• Statement of Purpose - three pages (double spaced); see application for specific criteria
  • Resume/CV

4 |  Complete interview with Faculty upon selection as finalist

Special Opportunities

Study Abroad

The Singapore J-Term study abroad course takes an existing course (CPsy 680, Diversity Issues in Counseling) and adds an intensely experiential component by traveling, living, and learning in the highly diverse, Southeast Asian country of Singapore. This exciting course consists of joint experiential learning exercises with Singaporean MA counseling students as well as site visits that illustrate the various ways mental health needs are addressed in Singapore (Traditional Chinese Medicine, Shamans, western trained psychotherapists, etc.). The opportunity to plunge into a cultural setting that is highly diverse with multiple languages (Mandarin, Malay, Tamil, and English), multiple religions (Islam, Taoism, Buddhism, Christianity, Hinduism), and multiple ethnicities (Chinese, Malay, Indian, ex-pat) makes for an unbelievable backdrop for a course on diversity.
The Interprofessional Center for Counseling and Legal Services

The Interprofessional Center offers psychological services to a diverse population of clients with mental health issues, while providing both practicum experiences and a pre-doctoral internship for graduate professional psychology students.  At the IPC, students strive to meet the needs of underserved people while gaining valuable real-world experience.  Our clients are low-income, uninsured or underinsured, individuals who often are unable to obtain psychological services if it were not for clinics like the IPC.  Services provided to clients (all free of charge) can include: individual counseling, group counseling, couples/family counseling, DBT (both skills group and therapy), psychological testing and/or psycho-education.  In addition, students may have the opportunity to periodically work on cases which are shared between Psychological Services and Social Work, Psychological Services and Law, or among all three of the disciplines at the IPC.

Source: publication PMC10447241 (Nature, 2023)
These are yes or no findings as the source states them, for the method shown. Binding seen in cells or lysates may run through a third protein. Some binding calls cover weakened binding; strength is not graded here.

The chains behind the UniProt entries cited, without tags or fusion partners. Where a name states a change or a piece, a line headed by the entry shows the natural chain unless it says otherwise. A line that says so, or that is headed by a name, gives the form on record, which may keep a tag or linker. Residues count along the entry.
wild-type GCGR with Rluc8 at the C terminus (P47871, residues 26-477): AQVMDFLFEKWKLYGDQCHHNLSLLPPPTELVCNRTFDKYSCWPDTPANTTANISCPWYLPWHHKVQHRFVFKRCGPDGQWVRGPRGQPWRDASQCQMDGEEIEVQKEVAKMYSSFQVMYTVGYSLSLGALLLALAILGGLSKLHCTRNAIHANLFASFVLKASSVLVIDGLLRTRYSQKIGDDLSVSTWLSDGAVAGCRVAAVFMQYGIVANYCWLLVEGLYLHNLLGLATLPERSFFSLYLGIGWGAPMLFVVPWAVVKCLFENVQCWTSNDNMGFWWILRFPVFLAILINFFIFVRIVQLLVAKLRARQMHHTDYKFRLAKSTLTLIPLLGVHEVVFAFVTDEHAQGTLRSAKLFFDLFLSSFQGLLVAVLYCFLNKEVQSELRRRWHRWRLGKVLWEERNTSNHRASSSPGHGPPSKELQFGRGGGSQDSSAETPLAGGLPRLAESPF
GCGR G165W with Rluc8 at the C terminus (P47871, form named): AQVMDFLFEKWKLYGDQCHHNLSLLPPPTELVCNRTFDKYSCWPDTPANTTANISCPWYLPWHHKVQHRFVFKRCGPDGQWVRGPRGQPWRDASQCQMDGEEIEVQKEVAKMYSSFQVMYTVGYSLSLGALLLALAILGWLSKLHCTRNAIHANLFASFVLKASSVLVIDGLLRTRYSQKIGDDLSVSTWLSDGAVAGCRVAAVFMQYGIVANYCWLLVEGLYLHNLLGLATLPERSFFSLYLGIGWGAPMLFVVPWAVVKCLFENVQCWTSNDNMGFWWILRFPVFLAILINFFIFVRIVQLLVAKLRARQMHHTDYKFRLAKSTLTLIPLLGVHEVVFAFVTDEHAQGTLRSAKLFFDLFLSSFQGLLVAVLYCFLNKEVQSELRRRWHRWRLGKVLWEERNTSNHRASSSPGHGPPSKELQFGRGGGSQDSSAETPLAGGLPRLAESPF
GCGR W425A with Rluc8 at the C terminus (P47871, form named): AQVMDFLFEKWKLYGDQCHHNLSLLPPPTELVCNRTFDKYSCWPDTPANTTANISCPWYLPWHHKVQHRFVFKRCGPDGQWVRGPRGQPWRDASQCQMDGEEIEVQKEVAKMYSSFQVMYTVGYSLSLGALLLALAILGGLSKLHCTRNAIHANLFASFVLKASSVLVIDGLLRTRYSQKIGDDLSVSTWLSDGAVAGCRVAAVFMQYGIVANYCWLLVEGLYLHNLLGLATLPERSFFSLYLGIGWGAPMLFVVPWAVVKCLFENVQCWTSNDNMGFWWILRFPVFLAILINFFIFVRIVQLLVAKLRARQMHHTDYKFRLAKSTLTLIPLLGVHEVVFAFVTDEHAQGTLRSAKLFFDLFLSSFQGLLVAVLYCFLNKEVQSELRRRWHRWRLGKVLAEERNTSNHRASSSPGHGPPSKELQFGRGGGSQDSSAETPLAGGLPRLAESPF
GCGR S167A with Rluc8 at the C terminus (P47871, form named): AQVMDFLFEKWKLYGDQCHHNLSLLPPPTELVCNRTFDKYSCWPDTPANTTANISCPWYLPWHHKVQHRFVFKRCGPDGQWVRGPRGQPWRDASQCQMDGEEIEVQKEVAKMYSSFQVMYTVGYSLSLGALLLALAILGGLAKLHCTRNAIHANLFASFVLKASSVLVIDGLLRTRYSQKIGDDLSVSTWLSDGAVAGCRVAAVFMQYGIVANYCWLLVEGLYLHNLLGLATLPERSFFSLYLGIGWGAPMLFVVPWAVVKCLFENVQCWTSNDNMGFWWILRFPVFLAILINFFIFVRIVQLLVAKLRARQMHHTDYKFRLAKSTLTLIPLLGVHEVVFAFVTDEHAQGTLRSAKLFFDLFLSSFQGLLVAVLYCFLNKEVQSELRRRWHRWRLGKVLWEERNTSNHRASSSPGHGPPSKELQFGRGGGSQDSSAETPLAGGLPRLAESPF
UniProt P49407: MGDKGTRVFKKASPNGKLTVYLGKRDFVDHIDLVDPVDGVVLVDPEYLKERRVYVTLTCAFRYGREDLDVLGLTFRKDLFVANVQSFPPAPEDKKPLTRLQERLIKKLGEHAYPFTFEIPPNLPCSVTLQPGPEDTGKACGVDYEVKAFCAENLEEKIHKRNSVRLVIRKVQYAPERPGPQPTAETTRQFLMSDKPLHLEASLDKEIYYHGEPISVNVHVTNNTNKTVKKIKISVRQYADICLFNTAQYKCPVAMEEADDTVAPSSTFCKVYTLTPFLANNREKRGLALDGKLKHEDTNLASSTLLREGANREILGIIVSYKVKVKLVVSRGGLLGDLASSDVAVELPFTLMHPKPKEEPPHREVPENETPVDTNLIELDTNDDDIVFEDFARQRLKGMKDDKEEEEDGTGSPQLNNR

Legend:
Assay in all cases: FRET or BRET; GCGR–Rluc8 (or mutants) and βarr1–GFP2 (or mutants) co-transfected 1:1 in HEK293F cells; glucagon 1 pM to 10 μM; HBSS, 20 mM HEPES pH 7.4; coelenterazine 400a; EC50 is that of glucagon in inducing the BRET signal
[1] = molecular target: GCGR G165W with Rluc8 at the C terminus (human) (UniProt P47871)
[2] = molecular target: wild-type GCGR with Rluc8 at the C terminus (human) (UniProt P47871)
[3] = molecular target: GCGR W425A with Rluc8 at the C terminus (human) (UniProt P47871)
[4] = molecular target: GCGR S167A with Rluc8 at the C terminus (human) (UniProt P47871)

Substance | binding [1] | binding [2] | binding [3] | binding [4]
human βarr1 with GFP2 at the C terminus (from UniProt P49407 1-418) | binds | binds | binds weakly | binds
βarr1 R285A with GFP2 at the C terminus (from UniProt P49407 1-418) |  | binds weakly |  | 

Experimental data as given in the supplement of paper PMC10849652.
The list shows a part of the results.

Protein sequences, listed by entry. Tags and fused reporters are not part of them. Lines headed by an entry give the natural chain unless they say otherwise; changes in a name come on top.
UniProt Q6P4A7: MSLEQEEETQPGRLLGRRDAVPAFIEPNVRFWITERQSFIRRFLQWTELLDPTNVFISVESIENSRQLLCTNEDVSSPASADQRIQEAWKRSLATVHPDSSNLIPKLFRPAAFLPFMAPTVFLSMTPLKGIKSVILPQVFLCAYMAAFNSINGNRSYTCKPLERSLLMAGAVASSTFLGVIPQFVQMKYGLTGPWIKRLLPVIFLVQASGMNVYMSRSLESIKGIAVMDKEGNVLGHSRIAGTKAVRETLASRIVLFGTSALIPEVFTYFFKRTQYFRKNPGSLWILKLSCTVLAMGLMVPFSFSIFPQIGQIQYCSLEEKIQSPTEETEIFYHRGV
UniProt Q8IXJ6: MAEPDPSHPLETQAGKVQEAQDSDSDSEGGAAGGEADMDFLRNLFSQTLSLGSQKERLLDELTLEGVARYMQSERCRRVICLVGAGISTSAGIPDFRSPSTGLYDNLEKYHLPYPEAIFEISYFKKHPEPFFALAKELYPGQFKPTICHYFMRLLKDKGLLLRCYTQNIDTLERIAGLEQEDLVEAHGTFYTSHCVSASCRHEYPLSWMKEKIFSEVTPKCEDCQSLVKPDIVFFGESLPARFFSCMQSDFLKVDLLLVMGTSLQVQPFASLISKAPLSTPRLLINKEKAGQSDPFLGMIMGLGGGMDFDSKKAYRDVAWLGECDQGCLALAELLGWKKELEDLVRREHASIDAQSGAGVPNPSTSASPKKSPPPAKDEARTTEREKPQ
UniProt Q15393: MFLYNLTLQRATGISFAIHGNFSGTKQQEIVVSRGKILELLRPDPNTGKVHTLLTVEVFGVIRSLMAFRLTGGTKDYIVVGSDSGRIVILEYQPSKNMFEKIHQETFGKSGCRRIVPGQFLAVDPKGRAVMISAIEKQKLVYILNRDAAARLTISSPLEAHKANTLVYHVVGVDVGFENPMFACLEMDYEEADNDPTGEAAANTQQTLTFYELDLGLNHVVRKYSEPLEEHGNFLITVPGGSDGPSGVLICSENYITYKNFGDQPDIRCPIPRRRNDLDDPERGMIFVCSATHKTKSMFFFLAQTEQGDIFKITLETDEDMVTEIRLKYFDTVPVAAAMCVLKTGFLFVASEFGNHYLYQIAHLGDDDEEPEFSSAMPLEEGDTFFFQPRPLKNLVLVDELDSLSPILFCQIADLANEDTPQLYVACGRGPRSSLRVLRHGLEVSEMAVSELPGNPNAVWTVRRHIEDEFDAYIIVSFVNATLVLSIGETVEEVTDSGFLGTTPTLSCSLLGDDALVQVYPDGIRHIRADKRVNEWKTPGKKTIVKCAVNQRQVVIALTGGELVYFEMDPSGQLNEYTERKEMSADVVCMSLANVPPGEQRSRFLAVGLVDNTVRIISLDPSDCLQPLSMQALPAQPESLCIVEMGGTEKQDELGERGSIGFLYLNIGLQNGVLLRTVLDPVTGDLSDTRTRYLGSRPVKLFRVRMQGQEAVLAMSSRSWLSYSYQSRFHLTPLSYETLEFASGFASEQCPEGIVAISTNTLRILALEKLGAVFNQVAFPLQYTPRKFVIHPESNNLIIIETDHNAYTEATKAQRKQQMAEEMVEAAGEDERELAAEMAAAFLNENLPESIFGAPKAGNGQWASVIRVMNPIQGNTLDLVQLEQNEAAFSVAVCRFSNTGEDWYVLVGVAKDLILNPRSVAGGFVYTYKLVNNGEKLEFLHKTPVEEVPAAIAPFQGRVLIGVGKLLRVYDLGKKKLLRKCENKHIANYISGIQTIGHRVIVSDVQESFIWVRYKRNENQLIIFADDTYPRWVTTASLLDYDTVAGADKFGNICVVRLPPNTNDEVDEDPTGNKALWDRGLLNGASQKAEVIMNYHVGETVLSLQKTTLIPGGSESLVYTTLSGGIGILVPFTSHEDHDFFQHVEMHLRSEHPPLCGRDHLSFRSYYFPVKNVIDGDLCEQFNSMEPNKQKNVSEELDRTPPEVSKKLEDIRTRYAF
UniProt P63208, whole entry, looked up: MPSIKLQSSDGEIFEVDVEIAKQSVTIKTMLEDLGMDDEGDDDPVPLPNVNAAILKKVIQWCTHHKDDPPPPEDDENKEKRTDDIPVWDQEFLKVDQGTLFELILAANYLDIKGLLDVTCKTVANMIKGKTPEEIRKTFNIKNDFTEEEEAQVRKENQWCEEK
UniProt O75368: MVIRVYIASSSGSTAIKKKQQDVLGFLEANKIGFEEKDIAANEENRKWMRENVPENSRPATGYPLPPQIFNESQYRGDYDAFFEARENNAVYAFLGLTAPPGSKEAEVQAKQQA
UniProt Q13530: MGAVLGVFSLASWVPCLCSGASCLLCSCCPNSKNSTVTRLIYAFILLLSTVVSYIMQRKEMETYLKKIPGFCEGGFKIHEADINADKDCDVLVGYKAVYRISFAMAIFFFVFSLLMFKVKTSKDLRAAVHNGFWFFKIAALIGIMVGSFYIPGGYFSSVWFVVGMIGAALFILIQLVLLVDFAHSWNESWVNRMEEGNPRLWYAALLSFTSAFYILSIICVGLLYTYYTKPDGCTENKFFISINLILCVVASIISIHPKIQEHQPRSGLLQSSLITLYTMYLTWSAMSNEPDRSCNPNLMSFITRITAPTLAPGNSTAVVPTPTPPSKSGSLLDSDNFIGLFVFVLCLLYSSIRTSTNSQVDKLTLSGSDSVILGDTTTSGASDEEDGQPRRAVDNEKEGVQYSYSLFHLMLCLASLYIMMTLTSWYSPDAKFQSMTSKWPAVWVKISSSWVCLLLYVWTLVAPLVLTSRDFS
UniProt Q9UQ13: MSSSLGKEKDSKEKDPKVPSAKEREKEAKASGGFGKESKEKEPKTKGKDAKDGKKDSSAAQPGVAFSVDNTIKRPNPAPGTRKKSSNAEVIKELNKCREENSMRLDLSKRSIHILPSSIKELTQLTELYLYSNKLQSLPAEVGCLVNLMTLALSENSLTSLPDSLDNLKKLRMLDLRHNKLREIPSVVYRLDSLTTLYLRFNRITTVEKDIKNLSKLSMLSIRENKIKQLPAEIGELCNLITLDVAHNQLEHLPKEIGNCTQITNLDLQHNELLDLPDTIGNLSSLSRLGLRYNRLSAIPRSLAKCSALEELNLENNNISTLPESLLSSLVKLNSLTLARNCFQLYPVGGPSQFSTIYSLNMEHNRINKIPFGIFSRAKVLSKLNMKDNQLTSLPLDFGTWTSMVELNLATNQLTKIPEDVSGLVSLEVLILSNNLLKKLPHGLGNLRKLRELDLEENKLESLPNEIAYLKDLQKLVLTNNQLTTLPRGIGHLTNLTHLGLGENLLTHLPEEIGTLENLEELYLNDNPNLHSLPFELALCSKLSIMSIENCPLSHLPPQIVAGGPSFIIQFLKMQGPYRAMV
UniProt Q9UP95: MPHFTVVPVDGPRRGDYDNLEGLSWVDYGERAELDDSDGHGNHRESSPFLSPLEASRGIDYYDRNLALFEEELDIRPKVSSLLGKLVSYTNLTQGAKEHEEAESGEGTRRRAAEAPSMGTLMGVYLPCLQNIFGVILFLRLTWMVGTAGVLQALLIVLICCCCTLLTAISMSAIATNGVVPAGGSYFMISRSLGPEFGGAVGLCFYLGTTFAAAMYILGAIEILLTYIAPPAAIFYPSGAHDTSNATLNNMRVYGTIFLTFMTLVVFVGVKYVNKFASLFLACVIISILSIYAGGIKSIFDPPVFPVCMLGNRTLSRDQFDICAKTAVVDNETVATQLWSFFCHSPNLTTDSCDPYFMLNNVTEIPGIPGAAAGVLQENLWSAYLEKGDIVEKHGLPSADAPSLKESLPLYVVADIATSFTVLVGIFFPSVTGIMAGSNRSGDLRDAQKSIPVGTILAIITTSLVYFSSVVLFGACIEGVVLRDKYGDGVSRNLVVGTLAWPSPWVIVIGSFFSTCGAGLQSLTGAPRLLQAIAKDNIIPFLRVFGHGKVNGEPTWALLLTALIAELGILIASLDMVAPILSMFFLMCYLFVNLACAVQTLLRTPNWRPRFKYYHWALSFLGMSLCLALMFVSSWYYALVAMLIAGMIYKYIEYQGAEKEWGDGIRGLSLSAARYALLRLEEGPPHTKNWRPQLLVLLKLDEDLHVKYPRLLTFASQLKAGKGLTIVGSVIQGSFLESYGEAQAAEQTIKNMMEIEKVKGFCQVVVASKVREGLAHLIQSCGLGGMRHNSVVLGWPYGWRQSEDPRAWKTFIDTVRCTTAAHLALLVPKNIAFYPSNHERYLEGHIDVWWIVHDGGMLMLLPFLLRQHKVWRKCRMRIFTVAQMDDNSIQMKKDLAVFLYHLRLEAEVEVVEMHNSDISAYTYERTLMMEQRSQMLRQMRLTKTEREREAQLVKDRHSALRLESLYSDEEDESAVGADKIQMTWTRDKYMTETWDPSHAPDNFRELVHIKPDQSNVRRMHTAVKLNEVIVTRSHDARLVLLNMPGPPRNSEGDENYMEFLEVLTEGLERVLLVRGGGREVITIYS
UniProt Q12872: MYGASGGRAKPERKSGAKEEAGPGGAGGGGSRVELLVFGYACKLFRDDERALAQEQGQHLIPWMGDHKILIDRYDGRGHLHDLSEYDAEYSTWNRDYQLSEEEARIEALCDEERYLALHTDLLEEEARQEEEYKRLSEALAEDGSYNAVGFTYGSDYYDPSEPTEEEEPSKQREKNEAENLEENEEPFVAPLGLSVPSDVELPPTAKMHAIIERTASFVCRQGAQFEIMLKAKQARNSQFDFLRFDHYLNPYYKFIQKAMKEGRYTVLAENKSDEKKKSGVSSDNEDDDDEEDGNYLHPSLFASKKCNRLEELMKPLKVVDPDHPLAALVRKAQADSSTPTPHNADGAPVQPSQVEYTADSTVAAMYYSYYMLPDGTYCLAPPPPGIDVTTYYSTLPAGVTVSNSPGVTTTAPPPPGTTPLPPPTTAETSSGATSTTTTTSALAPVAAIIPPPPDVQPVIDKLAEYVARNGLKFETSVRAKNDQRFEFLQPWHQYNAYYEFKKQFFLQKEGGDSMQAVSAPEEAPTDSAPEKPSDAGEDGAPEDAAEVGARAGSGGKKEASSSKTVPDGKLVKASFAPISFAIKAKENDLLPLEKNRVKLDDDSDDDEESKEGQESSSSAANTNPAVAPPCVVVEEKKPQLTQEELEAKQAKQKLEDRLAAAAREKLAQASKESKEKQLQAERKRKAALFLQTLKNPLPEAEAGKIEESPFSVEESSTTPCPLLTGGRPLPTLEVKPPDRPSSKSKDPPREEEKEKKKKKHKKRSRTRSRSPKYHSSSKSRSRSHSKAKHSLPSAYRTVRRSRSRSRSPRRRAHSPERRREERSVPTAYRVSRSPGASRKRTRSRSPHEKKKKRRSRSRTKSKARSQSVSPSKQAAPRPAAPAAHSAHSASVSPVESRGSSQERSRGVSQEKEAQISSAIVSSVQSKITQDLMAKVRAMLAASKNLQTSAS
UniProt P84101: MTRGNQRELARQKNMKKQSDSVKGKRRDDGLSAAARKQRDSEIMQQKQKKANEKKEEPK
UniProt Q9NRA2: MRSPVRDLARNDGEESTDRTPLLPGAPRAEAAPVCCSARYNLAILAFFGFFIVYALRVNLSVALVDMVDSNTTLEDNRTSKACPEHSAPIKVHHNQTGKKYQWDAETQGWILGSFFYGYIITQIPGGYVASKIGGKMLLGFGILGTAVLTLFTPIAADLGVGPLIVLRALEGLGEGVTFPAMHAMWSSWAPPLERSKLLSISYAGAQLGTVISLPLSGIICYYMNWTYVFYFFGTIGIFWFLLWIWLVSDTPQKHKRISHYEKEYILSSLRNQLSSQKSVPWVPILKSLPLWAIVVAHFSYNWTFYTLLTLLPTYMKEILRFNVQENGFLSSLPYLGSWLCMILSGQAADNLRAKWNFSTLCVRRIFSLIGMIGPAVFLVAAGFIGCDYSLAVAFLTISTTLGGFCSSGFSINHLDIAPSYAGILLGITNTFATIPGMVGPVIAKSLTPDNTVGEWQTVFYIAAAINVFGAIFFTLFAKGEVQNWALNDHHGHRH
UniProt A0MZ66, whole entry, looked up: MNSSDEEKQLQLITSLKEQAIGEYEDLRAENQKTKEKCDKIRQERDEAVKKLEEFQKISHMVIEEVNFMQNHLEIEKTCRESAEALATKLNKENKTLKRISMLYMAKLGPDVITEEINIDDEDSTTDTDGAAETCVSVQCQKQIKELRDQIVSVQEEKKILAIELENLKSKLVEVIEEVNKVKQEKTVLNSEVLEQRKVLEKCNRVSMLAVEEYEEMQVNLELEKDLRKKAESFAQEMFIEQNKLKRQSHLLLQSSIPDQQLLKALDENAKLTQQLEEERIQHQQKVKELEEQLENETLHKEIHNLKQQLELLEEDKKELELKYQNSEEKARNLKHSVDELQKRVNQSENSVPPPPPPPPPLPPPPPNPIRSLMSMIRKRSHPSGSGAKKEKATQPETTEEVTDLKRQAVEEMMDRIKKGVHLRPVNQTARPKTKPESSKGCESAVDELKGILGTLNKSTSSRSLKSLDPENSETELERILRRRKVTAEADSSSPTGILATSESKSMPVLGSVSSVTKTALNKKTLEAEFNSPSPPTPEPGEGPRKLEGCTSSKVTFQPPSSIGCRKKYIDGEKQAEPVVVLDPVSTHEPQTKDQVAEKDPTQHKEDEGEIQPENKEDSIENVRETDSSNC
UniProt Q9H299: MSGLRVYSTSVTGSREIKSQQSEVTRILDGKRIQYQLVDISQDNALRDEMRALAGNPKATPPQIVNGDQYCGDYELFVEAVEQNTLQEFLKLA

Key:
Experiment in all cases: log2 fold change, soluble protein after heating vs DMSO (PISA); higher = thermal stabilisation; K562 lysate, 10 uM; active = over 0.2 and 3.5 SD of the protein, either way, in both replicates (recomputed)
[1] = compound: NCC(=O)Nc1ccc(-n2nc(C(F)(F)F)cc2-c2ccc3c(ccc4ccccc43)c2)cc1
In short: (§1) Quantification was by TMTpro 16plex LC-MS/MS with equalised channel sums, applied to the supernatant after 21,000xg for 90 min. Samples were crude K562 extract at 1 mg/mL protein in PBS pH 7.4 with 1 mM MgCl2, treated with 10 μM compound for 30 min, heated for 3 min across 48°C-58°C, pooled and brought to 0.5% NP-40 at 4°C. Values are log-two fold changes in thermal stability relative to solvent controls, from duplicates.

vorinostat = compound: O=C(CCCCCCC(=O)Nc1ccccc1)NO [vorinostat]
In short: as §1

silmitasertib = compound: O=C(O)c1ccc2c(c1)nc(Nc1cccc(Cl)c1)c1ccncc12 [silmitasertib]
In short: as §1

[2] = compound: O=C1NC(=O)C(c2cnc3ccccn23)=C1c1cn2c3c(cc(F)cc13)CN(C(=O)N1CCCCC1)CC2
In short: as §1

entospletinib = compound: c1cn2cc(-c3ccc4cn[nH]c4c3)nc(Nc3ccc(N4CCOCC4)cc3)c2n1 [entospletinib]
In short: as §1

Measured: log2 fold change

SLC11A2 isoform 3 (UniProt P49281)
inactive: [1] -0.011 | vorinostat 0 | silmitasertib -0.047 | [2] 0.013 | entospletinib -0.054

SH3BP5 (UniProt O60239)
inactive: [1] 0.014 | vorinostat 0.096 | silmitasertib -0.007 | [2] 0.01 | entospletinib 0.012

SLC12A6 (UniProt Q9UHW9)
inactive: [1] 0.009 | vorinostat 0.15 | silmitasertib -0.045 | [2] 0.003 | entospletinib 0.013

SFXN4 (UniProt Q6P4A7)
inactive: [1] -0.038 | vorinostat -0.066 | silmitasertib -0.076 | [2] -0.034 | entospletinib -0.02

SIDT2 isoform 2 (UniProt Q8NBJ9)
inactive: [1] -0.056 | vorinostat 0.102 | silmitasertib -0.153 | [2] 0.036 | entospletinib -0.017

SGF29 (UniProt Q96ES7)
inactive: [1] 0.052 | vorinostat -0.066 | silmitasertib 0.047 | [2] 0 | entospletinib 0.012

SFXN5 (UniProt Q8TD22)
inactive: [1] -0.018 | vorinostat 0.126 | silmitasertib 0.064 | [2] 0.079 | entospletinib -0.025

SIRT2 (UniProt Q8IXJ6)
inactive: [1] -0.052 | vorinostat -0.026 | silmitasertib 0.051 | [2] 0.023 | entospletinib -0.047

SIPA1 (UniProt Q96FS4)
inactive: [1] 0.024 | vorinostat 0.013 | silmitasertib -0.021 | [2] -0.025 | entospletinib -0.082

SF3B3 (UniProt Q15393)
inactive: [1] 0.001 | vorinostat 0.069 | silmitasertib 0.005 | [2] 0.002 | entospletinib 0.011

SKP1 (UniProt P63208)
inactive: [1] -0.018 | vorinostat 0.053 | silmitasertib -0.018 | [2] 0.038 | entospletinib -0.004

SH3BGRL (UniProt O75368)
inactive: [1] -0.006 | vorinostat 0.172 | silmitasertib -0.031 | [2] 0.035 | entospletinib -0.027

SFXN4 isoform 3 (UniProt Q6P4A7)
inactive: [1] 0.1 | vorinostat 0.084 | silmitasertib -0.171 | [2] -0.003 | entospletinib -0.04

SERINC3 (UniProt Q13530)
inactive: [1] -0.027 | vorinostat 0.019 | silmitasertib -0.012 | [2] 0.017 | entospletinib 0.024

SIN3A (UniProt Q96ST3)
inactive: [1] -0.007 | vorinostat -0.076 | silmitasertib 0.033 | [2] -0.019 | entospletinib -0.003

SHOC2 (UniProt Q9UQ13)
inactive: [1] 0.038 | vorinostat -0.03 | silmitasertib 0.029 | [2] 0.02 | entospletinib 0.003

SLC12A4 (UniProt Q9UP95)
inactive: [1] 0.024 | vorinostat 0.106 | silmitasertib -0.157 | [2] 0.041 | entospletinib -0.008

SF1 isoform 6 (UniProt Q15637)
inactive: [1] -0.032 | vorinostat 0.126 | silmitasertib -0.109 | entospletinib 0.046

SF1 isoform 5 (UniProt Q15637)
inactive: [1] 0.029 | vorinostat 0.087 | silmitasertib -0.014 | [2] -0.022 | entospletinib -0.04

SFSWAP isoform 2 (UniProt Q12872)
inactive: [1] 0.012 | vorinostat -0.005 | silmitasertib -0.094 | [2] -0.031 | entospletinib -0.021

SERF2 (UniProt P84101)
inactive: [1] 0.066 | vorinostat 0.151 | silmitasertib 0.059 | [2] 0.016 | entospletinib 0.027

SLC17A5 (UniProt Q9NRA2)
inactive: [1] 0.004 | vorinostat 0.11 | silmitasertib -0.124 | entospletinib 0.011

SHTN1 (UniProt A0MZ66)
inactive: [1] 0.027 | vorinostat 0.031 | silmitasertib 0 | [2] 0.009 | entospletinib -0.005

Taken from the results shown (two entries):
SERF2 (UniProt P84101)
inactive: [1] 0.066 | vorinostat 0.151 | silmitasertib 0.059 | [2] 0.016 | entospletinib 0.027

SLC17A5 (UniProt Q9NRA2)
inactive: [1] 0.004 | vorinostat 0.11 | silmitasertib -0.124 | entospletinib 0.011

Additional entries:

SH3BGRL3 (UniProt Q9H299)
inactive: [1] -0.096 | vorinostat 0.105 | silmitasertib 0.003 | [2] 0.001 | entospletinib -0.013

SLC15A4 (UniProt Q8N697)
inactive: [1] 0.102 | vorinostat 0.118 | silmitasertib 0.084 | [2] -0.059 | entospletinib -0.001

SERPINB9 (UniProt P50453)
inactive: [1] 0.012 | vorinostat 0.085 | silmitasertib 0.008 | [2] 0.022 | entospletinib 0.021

Graduate Student Organization

The University of St. Thomas, Graduate School of Professional Psychology (GSPP) Graduate Student Organization (GSO) is student-led organization founded with the purpose of enhancing the experiences and development of graduate psychology students within the University of St. Thomas. The GSPP GSO unites Masters and Doctoral-level graduate psychology students in the University of St. Thomas GSPP, for the purpose of professional and personal student development, the betterment of the department, and in their contributions to the field and community. The GSO strives to enhance the experiences and development of graduate psychology students within the University of St. Thomas through: representing and unifying GSPP graduate students at all levels, advancing their professional and personal interests, providing a forum for student discussion of psychology-relevant topics, and promoting graduate student participation in university and community affairs.